The story of Urban Golf’s birth in Germany in the early 90’s under the leadership of Torsten Schilling and his team the Natural Born Golfers has been recounted by fanatics and media alike for years. 19News Mag will certainly dedicate an article to this pioneer team in the future, but this article will shine the spotlight on the untold beginnings of streetgolf in London – host of the European Urban Golf Cup in 2015.
Who’s the badass that first dared take golf off course in the UK? John Lyons from the Shoreditch Golf Club provides us with the play-by-play.
- Melat Amha
So first my confession, I have never played [classic] golf. I've also never really had much interest in it as a sport. Despite these obvious setbacks, I have accidentally become a pioneer of urban golf in London!
I have been involved in street golf since the 2004 Shoreditch Urban Open, an 18 hole, par 72 course on the streets of one of the cooler parts of London, best known for the street art scene and artists such as Banksy (whose fake leather bright yellow Adidas tracksuit was worn by our club captain) and Eine (who became part of the planning committee). Actually, I became involved the year before, when my friend Jeremy Feakes was telling me his latest crazy plan for something called Urban Golf over a beer in town.
Jeremy was the driving force behind the tournaments. We had collaborated on various creative ventures since becoming friends at University. This led us from the architecture that we'd studied to t-shirt design, nightclub visual shows, digital design and djing. By 2003 I had long left architecture and was running a creative digital marketing agency. Jeremy had continued to intertwine architecture with a variety of creative pursuits and this is where the concept of the Urban Open was formed.
Jeremy had always been a keen golfer, but had sold the concept to me as people playing in the streets - a crazy mix of people going about their daily business and golfers. I found the idea hilarious and agreed to help if I could, but in all honesty expected it to be little more than another great idea which would get some architecture and design media coverage but not really happen. It did get that coverage and then it really actually started to happen. It was amazing.
Before Jeremy passed away in 2007, we had put on two Shoreditch Urban Open tournaments and were planning the third. We'd also been in conversations with groups globally about franchising the concept, but without the vision and drive Jeremy brought to our small team we were never able to achieve the same and so it became a less formal event played by friends, collaborators and family. Until last year ....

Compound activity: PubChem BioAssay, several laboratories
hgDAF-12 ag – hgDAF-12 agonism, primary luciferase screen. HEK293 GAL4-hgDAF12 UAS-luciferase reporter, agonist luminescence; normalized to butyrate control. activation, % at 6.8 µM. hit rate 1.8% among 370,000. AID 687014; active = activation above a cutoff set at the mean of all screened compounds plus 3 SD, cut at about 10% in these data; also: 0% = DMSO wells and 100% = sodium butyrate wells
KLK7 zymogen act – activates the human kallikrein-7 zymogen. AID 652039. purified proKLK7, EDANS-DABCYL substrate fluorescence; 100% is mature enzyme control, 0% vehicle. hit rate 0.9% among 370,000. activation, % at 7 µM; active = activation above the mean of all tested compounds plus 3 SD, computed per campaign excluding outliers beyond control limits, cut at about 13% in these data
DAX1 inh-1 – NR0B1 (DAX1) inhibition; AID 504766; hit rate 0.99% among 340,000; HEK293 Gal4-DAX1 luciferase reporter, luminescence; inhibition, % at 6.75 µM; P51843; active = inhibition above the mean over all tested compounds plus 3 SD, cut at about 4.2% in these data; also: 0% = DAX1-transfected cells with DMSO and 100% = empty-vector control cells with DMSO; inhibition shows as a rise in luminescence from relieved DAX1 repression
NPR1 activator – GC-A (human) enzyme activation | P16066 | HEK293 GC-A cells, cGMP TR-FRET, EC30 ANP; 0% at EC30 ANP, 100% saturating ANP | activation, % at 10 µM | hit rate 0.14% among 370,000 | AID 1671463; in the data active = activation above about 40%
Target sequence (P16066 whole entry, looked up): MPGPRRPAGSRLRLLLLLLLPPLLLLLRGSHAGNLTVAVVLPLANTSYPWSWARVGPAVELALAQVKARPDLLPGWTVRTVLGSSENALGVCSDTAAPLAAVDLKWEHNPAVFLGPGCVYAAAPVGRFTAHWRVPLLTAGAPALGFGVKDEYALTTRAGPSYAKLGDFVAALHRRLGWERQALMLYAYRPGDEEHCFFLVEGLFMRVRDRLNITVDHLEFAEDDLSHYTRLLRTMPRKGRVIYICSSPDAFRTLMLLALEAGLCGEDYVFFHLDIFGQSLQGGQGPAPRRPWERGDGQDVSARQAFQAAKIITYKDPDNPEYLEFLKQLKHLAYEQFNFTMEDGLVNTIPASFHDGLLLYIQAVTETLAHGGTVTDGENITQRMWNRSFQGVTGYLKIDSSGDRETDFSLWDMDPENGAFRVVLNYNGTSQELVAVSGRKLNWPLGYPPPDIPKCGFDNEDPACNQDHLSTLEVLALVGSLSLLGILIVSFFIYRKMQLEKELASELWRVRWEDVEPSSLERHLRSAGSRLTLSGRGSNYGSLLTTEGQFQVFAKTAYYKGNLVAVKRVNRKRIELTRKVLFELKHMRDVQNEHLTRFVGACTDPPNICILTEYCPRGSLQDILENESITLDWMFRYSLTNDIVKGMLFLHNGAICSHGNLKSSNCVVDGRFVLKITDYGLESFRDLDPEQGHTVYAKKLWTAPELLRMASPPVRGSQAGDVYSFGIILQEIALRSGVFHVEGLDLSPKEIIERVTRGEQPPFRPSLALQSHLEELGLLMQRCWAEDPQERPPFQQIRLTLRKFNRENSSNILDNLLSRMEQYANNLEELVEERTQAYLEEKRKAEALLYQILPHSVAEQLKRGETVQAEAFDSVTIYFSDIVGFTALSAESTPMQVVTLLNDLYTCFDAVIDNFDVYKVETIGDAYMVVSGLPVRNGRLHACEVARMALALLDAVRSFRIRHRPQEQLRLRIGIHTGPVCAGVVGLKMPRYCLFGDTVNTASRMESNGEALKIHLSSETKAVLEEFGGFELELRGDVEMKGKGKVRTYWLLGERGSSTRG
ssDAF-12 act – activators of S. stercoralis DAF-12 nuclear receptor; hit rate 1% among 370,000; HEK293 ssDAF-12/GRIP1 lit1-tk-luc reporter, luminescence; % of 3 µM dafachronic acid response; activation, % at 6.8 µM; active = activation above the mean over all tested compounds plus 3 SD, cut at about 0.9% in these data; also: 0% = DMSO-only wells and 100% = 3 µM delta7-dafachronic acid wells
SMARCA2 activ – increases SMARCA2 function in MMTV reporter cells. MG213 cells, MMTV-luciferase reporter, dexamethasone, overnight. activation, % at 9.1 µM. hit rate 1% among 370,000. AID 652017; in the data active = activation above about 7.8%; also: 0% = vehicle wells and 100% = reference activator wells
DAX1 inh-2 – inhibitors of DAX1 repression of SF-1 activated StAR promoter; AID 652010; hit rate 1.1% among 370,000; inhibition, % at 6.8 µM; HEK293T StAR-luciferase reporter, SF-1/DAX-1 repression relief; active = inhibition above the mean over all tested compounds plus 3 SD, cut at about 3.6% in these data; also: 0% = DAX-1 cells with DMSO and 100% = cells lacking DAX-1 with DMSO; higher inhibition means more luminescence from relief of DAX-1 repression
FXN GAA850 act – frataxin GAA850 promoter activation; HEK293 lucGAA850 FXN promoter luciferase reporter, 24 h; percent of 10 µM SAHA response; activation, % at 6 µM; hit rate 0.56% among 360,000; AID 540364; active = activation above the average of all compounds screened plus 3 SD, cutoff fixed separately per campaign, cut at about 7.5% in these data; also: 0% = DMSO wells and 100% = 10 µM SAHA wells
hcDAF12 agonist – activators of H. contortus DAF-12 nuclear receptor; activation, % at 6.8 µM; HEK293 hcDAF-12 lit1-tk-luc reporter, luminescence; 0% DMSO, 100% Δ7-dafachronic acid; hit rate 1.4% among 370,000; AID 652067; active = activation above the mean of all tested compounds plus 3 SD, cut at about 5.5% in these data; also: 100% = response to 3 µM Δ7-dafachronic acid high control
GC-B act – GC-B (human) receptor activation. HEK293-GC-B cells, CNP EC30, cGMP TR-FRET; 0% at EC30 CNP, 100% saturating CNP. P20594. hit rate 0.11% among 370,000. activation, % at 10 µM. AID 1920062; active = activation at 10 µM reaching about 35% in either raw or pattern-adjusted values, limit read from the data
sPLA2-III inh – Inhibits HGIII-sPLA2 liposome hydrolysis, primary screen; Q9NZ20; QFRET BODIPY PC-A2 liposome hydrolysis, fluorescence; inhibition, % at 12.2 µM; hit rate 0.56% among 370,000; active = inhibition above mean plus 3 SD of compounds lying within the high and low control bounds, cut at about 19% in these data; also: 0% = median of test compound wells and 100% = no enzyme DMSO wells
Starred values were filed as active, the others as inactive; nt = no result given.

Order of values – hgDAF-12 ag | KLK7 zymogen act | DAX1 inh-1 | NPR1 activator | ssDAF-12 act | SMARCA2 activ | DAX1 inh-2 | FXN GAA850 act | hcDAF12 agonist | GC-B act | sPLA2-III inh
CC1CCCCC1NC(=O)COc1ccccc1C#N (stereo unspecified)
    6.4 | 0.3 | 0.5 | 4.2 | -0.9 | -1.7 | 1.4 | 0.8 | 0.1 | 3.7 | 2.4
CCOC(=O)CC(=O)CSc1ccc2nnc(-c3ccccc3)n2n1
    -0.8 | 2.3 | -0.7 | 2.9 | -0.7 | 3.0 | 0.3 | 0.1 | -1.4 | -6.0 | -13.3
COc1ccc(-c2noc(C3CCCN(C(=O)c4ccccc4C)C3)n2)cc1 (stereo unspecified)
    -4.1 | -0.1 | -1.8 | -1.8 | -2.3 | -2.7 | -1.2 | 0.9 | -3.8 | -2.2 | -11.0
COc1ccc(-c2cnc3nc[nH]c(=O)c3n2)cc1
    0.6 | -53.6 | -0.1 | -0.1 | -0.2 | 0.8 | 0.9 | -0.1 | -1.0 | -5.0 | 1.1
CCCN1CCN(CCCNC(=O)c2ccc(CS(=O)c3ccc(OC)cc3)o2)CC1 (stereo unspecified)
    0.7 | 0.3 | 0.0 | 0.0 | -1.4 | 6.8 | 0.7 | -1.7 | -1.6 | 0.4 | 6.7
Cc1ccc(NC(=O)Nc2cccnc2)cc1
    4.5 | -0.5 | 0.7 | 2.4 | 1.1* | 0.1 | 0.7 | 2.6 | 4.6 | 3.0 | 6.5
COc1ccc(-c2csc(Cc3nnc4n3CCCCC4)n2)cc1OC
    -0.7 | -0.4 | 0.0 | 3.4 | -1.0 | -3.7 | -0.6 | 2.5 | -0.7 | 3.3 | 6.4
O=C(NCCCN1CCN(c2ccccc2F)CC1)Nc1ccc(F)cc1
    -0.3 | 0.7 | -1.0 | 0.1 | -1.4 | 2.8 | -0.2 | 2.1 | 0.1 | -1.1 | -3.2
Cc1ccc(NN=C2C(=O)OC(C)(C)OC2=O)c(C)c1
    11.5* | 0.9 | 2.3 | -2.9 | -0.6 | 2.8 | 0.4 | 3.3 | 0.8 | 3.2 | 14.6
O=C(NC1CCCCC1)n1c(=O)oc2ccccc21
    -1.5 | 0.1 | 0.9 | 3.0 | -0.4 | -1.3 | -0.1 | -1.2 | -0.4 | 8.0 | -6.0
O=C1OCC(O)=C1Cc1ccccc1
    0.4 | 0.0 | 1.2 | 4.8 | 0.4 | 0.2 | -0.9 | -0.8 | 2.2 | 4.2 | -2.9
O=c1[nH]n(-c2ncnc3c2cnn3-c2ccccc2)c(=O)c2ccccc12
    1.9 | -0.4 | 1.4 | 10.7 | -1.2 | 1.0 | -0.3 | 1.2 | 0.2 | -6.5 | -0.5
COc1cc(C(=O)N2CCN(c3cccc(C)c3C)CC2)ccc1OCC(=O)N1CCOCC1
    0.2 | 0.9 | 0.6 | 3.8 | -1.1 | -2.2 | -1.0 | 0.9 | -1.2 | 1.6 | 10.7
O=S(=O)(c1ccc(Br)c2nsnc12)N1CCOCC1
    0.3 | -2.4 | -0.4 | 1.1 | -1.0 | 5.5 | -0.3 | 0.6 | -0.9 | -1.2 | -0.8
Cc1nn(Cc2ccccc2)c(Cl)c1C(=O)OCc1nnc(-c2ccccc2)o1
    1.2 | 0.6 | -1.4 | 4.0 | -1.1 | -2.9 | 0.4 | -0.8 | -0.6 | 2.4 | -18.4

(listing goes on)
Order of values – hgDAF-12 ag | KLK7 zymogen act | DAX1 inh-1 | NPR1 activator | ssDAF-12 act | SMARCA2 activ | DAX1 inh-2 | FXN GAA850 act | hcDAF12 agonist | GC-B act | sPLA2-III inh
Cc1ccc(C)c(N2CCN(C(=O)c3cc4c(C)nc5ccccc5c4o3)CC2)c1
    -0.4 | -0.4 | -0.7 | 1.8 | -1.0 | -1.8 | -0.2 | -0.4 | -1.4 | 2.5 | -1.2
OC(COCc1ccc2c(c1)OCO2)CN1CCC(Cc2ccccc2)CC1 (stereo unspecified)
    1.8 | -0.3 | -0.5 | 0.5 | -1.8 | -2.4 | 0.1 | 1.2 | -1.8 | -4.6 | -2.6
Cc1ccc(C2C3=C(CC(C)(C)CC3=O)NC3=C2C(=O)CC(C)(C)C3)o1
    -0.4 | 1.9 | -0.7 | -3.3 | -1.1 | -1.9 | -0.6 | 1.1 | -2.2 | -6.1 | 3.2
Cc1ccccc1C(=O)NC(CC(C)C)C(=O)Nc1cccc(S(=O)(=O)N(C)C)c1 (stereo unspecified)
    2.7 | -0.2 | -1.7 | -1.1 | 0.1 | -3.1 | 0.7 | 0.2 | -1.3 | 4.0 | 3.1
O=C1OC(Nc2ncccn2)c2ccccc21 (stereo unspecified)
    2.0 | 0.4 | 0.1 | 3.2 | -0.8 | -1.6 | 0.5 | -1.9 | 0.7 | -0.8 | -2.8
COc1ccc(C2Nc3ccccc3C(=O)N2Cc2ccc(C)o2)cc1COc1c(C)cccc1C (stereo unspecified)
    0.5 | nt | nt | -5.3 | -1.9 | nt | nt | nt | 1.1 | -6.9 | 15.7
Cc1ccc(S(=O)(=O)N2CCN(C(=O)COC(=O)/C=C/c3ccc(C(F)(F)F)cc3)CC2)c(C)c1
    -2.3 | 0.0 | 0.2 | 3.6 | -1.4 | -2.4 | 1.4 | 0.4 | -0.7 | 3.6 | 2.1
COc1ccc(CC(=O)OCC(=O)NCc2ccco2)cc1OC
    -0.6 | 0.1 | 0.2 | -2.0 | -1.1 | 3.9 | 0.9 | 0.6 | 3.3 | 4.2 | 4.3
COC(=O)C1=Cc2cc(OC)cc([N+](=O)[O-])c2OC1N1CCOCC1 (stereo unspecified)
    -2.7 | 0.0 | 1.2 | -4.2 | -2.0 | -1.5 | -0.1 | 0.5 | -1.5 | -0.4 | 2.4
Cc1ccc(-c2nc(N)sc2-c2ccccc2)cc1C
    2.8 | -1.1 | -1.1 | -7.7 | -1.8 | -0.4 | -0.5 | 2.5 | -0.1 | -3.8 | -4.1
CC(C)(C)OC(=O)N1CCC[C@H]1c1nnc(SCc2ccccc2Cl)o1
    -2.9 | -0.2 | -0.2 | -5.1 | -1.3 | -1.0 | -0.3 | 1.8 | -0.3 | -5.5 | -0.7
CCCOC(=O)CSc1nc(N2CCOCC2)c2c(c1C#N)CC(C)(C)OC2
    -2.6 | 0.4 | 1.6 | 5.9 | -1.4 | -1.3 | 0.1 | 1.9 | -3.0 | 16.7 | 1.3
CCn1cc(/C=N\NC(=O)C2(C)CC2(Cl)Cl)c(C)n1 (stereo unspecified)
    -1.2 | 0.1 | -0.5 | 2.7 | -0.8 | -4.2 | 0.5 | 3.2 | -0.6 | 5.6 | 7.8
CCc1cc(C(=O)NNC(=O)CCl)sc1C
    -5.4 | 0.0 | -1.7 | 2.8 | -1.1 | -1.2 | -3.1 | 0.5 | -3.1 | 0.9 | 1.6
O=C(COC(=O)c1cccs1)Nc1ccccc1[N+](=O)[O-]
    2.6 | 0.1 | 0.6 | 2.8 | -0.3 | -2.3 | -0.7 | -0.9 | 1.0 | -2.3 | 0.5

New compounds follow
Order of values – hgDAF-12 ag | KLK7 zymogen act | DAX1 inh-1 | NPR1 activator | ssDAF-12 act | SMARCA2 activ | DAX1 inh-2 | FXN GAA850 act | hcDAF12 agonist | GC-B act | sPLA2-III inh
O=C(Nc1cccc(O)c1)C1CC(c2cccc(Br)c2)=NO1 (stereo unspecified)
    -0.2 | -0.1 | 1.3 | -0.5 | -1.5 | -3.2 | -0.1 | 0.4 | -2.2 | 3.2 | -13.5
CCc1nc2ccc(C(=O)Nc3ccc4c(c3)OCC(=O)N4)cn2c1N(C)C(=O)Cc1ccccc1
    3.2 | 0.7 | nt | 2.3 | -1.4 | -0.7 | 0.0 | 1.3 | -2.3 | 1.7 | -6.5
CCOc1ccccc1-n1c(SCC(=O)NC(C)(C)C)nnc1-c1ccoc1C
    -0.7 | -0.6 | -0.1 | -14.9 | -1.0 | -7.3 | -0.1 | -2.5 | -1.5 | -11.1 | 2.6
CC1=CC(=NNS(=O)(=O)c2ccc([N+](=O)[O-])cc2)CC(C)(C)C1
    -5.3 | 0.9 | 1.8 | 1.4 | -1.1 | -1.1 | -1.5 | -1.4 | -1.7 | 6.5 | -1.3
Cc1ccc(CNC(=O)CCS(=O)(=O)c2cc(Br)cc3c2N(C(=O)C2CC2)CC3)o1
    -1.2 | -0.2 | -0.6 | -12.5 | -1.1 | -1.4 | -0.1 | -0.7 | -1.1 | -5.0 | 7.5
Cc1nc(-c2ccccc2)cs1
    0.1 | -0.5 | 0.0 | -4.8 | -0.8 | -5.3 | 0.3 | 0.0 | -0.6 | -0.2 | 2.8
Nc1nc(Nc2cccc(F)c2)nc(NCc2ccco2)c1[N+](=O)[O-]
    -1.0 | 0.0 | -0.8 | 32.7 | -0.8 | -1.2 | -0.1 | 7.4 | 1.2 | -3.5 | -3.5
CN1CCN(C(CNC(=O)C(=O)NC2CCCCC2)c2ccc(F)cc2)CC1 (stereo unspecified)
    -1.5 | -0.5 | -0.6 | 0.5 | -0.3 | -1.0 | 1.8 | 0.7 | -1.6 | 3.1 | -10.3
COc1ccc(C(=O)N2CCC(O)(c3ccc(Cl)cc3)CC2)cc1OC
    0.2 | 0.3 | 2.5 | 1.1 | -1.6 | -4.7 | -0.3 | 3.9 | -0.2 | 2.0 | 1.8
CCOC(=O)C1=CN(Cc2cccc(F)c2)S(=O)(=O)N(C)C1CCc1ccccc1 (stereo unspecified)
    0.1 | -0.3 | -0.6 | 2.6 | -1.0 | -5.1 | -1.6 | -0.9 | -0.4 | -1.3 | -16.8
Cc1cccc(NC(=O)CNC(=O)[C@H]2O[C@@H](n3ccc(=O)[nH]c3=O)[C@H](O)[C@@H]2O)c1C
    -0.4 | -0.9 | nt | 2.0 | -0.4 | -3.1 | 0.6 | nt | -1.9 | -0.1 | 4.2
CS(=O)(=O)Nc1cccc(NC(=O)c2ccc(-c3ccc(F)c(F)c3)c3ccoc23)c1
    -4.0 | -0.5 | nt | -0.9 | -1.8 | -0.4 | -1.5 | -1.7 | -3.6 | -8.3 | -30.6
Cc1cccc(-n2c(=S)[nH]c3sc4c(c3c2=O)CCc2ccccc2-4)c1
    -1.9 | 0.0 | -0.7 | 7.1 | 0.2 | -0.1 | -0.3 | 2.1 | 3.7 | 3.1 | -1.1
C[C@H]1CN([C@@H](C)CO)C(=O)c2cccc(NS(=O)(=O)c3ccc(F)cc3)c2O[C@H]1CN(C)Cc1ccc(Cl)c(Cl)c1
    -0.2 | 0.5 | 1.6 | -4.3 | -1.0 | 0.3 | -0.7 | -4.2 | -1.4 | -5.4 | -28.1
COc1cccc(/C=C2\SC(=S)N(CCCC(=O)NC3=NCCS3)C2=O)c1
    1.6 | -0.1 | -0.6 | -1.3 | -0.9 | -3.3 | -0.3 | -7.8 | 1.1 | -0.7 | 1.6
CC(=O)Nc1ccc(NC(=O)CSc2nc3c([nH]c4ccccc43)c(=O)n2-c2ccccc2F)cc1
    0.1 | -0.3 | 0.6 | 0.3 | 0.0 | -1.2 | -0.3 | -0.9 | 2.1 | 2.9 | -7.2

We had achieved a lot of media coverage for the Shoreditch events and so when Richard Shaw from Community Golf played in the EUGC tournament in 2014 and decided that London must host the next tournament, he became inspired by what we had achieved and through a journalist, made contact with me. I very quickly realized that what he was trying to do was important and that it would be a suitable legacy for my friend. So I became involved in organizing what would be the first UK Cross Golf Open, which would be represented by the Jeremy Feakes Memorial Trophy, and the very next day the European Urban Golf Cup.
The Shoreditch Golf Club was resurrected to play in the UKCG event, which would act as a qualifier for the UK team for the next day's EUGC event. Amongst the team [members] was Jeremy's older brother, himself a keen golfer, and two long time friends of ours, Will and Rawden. Magically they qualified. That is if magic includes the team which should have qualified not being available the next day.
My role on the day of the event was media liaison, so I spent a lot of time presenting and representing the events and making sure that when the world saw it, it looked amazing.
I still don't play golf, but I’m always enthused and excited by those that do and how that can create an amazing spectacle, experience or opportunity for so many. I'm happy being a facilitator and proud to have helped in some small way with these events and a very cool streetgolf movement. I'm proud that people are still interested in what my old friend achieved and also to have provided some new memories for his family in this past year. I plan to be around to help in whatever way I can in the years to come - so long as there’s a golf buggy for me on site. That was my one demand, get me a damn golf buggy!